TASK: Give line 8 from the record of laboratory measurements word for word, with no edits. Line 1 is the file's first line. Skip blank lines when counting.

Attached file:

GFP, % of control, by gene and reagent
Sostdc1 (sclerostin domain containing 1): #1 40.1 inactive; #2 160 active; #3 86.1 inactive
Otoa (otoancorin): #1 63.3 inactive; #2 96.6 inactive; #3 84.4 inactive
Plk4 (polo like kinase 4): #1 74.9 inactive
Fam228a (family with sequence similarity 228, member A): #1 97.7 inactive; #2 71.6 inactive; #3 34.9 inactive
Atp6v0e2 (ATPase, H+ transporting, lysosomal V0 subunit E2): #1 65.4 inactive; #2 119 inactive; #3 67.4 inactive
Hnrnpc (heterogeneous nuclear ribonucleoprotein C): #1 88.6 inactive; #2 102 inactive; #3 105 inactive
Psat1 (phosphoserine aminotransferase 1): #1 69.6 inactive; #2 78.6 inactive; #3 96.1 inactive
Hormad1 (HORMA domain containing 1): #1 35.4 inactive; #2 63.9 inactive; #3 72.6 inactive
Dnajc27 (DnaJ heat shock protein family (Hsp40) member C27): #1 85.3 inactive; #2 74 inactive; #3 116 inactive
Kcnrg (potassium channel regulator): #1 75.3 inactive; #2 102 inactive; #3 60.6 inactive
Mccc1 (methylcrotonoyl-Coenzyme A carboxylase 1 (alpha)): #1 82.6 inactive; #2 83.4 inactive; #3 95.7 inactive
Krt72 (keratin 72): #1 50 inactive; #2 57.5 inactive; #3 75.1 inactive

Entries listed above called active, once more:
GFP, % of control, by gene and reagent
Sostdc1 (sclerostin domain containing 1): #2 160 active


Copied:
Psat1 (phosphoserine aminotransferase 1): #1 69.6 inactive; #2 78.6 inactive; #3 96.1 inactive